The late Queen sat in the Regency Home with pictures of Prince Philip and a Christmas tree© WPA Pool

Regency Room

Royal fans may be more familiar with the Regency Room, which is where the late Queen typically filmed her Christmas message. The gorgeous space features a green and gold colour scheme, with tassel trim sofas, a desk and traditional fireplace.


Guests climbing the Grand Staircase in Buckingham Palace© PA Images / Alamy Stock Photo

Grand Staircase

The first thing that will great any visitor to Buckingham Palace is the impressive Grand Staircase that leads to the State Rooms. Red carpet lines the stairs, while historic portraits of members of the royal family are mounted on the walls, providing a dramatic first impression.


Guests sat inside the Ballroom inside Buckingham Palace© WPA Pool


The Ballroom is one of the rooms that we're more familiar with, often playing host to grand banquets during state visits. Bold red carpets line the floor while grand paintings occupy the walls. It's not just banquets that the room is used for and has been used for investiture ceremonies, including that of William, Prince of Wales.


King Charles speaking to James Marape inside the 1844 Room© WPA Pool

1844 Room

Another room guarantee to wow any visiting dignitary is the incredible 1844 Room, which is used for welcoming world leaders and other important figures. It has lavish marble columns and gold mirrors hanging on the walls, with traditional patterned rugs and blue and gold chairs.


The Queen standing in front of a piano and a Christmas tree© Anwar Hussein Collection/ROTA

Music Room

It will come as no surprise that the main feature of the Music Room is the large grand piano that takes centre spot in the impressive room. While the room will no doubt have been used during state visits to entertain visitors, it also has a special family connection, with Princess Anne and Prince Andrew being christened inside its walls.


The Queen meeting members of the New Zealand Rugby team inside the Bow Room© Pool/Tim Graham Picture Library

Bow Room

The Bow Room is named after the window that runs along one side. It is located in the centre of the West Wing of Buckingham Palace, and has direct access to the vast 39-acre garden via a set of double doors.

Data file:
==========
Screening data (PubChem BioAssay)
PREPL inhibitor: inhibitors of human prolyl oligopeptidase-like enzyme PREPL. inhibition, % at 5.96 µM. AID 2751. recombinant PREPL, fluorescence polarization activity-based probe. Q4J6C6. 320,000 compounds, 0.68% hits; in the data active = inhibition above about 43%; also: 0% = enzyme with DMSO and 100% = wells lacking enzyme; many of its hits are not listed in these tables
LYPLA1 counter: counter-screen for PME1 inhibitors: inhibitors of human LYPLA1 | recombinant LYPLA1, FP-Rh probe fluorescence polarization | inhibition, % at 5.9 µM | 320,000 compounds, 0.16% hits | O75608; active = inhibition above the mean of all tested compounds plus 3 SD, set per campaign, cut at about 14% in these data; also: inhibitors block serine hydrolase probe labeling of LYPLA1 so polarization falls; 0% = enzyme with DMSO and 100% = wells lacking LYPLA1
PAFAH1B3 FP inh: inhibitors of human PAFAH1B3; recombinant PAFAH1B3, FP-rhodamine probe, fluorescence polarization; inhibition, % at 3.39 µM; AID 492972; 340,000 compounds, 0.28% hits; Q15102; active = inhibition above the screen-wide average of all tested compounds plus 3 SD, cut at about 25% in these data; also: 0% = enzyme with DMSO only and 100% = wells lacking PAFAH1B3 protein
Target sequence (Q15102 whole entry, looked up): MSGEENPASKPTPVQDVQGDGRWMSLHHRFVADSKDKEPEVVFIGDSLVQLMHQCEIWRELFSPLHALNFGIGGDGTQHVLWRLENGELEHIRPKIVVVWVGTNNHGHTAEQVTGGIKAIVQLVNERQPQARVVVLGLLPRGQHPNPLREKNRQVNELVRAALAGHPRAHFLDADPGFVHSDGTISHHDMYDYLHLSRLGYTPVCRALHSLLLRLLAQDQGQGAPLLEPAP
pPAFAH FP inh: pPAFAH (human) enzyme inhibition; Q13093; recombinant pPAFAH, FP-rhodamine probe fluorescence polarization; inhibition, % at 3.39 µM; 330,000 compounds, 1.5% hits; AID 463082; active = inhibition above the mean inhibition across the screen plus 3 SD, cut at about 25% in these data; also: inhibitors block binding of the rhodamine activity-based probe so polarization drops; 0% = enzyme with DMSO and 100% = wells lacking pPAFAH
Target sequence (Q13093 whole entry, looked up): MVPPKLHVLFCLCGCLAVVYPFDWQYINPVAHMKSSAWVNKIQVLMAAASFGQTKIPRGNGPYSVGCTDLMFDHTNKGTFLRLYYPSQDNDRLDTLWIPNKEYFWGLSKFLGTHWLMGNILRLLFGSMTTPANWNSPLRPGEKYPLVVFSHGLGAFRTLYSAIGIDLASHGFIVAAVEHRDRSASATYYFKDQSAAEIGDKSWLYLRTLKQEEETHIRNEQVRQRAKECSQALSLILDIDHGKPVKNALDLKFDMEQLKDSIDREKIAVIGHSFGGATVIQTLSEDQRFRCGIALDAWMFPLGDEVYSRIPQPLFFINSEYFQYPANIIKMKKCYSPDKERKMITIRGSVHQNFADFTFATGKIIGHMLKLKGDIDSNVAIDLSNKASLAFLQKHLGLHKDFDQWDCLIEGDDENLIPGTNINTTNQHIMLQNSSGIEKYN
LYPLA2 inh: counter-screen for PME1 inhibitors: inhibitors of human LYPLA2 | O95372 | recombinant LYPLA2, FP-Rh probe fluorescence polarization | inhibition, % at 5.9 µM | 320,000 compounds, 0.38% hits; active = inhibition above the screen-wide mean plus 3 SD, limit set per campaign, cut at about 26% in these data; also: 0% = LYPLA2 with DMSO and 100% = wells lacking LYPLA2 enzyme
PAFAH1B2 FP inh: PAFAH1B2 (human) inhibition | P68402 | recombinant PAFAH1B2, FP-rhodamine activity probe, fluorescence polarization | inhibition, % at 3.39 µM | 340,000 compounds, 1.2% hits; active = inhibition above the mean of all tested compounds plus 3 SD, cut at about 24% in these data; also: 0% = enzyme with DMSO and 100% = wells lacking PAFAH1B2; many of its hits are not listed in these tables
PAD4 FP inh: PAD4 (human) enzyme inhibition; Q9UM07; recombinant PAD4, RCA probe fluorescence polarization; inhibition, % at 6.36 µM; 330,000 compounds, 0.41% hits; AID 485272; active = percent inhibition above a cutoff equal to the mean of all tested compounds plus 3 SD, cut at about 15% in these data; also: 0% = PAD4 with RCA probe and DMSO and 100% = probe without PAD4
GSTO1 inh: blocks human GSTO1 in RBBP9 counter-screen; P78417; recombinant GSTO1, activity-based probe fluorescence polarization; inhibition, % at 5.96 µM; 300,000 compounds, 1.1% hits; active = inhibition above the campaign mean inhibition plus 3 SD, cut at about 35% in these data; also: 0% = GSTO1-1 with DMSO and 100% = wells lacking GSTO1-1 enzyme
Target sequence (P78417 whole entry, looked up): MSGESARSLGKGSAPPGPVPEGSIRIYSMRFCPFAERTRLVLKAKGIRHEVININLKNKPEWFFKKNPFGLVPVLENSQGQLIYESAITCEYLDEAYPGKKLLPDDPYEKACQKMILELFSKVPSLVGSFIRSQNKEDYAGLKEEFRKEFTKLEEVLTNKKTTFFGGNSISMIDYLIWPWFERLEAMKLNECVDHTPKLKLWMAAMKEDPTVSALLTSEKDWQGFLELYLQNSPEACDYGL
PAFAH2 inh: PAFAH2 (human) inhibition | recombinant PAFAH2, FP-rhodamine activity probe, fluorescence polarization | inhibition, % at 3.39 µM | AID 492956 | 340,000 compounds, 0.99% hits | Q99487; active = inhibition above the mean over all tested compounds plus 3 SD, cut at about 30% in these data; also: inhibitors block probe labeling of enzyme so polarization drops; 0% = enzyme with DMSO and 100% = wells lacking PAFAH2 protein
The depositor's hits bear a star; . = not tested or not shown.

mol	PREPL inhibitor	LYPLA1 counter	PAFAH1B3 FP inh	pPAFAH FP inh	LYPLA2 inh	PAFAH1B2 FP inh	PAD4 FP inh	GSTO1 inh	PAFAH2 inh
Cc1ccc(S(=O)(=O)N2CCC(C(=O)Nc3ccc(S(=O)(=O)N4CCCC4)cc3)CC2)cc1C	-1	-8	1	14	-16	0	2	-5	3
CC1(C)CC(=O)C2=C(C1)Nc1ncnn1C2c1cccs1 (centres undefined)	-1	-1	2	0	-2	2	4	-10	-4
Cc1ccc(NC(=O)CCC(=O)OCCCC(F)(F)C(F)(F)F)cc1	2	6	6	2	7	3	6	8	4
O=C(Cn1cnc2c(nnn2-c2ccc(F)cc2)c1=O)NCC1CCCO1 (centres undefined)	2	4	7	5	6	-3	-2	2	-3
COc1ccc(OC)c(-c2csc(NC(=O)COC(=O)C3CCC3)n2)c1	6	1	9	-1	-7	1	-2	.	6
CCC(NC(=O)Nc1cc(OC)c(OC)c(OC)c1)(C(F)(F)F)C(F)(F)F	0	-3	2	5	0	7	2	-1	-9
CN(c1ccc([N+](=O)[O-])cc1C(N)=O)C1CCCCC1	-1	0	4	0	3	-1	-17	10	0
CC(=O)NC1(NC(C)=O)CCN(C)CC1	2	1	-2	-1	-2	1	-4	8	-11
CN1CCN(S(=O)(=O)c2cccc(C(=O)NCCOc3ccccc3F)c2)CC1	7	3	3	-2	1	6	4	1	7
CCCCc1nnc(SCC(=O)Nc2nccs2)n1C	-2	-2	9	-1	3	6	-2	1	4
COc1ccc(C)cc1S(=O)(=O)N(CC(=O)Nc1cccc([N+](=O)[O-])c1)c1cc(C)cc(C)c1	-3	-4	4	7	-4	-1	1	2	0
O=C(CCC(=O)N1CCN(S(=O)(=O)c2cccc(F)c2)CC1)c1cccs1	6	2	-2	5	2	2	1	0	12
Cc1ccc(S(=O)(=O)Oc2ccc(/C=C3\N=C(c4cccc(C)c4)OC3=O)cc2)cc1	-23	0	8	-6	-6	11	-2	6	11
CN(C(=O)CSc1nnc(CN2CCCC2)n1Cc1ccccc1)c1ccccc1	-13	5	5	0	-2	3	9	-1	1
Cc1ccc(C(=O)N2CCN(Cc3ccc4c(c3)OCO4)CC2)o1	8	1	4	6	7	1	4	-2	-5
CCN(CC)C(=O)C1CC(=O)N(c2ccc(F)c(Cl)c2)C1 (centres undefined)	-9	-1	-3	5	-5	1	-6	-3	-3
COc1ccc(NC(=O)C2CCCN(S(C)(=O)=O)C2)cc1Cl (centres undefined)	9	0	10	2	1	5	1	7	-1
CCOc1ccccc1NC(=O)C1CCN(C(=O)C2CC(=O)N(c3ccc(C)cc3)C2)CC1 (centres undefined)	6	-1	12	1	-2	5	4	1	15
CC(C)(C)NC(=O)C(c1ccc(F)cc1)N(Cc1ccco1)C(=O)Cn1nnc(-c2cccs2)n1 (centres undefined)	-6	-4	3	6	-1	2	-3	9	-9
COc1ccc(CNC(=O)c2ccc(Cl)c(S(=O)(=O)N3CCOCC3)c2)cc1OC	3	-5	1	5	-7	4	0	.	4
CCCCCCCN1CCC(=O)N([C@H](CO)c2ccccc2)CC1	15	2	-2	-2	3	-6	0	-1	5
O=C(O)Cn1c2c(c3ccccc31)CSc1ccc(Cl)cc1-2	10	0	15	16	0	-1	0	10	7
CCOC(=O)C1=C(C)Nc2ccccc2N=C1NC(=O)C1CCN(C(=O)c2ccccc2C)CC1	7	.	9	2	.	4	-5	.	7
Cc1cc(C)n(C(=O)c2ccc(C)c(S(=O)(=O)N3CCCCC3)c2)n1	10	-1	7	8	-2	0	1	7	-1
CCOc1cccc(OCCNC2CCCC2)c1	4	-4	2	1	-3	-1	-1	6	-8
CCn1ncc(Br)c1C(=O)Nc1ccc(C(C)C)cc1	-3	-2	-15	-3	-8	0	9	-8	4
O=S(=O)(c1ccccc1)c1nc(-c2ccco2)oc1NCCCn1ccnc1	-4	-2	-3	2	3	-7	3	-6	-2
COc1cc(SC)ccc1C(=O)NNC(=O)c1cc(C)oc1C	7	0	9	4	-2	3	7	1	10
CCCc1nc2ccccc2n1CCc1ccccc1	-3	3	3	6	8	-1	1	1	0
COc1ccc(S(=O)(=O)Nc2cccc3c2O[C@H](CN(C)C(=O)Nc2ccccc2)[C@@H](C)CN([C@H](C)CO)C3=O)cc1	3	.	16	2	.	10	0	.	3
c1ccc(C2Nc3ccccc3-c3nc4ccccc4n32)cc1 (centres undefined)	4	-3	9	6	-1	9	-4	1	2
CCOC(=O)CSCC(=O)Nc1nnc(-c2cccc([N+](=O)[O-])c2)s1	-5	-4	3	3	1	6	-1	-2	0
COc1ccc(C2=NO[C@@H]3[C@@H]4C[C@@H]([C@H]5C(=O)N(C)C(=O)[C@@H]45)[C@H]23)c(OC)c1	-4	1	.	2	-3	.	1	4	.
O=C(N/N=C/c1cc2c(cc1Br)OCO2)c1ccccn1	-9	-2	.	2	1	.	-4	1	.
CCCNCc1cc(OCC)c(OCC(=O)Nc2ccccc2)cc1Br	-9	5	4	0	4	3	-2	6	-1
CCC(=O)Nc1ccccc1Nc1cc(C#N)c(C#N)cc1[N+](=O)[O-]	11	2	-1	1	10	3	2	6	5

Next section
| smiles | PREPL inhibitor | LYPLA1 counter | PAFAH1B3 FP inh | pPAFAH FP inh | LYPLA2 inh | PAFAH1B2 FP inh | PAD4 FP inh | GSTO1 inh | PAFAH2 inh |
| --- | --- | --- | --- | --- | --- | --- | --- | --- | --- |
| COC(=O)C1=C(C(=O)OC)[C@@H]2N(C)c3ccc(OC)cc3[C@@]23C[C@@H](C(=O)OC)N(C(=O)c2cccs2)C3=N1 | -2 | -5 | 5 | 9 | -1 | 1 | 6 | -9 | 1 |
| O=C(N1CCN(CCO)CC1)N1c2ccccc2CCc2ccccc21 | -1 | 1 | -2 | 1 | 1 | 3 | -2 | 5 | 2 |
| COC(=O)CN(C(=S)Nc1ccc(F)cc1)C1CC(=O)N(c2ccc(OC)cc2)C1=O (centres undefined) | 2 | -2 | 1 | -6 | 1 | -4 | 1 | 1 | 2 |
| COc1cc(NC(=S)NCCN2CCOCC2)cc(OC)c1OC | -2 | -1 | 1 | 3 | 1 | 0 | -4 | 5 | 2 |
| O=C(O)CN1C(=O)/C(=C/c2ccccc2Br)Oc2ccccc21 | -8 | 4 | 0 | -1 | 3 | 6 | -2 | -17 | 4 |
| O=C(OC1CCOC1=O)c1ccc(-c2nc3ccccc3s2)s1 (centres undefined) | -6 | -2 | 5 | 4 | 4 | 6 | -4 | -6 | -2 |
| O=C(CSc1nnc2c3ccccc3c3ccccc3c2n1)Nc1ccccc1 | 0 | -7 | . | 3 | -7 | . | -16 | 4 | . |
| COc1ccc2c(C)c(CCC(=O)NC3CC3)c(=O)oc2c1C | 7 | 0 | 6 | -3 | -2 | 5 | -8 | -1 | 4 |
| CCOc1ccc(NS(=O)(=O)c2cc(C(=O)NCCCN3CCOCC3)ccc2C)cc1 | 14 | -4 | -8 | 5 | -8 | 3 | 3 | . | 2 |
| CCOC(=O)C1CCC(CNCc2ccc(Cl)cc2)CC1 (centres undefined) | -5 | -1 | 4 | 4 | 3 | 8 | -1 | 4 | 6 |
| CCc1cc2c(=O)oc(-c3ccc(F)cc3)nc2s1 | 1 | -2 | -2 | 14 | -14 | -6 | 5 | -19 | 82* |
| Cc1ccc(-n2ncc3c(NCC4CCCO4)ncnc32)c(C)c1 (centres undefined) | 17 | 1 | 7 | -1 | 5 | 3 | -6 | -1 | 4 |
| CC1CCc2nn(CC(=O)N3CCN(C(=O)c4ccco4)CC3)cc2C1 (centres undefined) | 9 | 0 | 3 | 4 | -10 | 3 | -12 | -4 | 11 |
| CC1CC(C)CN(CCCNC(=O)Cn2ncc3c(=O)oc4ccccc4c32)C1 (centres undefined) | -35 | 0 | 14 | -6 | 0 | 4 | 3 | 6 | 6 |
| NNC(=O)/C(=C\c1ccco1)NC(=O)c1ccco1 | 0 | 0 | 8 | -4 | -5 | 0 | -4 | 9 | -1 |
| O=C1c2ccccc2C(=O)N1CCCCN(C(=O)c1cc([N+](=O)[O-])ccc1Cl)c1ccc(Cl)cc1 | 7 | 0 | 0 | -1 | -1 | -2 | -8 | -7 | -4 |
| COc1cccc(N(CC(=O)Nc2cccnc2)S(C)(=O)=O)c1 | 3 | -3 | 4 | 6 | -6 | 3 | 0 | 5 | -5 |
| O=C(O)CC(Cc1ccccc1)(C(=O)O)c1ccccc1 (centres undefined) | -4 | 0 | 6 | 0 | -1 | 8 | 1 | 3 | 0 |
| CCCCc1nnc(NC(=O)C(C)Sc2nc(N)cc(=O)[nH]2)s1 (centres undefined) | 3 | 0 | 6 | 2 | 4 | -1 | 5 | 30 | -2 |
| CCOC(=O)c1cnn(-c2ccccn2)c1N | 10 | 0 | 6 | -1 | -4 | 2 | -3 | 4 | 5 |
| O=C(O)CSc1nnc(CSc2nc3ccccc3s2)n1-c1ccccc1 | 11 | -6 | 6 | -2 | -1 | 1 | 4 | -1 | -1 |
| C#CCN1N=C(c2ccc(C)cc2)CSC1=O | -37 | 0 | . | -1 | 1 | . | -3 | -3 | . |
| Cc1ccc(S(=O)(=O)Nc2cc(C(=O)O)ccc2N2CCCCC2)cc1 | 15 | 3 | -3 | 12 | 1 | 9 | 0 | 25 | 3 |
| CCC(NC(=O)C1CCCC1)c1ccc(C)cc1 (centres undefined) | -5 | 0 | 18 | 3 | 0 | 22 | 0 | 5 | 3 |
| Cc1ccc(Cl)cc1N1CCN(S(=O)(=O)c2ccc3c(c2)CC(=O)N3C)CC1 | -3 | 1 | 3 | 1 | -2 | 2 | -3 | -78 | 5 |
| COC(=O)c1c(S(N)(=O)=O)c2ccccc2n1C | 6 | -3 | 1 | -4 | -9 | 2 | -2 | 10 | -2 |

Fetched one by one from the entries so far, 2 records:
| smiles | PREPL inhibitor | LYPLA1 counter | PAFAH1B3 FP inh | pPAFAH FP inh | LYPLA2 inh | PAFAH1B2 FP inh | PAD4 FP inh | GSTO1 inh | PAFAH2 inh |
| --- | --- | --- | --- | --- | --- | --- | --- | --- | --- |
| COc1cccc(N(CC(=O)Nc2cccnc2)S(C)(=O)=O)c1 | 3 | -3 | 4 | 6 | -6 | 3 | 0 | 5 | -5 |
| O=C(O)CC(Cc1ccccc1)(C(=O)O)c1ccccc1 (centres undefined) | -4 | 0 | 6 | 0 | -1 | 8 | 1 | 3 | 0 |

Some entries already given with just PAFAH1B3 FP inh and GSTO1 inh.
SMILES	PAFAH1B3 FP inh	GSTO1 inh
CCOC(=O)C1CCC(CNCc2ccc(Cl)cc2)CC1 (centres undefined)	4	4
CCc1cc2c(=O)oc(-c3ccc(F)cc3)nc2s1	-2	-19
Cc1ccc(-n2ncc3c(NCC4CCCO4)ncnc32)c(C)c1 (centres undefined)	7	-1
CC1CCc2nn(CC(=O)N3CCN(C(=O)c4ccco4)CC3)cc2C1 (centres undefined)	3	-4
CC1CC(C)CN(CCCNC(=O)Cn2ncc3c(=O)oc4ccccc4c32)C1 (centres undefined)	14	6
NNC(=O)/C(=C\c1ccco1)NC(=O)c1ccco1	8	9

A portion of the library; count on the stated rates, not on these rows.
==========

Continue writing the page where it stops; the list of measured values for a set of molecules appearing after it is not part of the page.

It is rarely seen by members of the public and following her death, the late Queen's coffin lay in this room for one night before being carried to Westminster Hall, where it lay in state for a week.


The Queen sat with heads of state inside the Throne Room© Anwar Hussein

Throne Room

One of the most iconic rooms in Buckingham Palace will be the Throne Room and it has played host to all manner of events from official wedding portraits to foreign gatherings.


King Charles shaking the hand of the Archbishop of Canterbury inside the White Drawing Room© WPA Pool

White Drawing Room

This intimate State Room was regularly used for small gatherings and audiences. You may also recognise the room from some of Her Majesty's Christmas broadcasts and formal family photographs. The late Queen had a nifty trick in this room and used to enter via a hidden door disguised as a mirror and cabinet before receiving guests.


A woman decorating a cake inside the State Dining Room© Oli Scarff

State Dining Room

One of the most impressive parts of Buckingham Palace must be the State Dining Room, which was used during Prince William and Princess Kate's wedding reception in 2011, and has decorative red wallpaper and carpets, with numerous windows looking out to the beautiful palace gardens below.


King Charles and Queen Camilla waving from the Buckingham Palace balcony© OLI SCARFF


We end our tour with the part of the Palace you no doubt will recognise, the balcony where royals typically wave at gathered crowds for major events.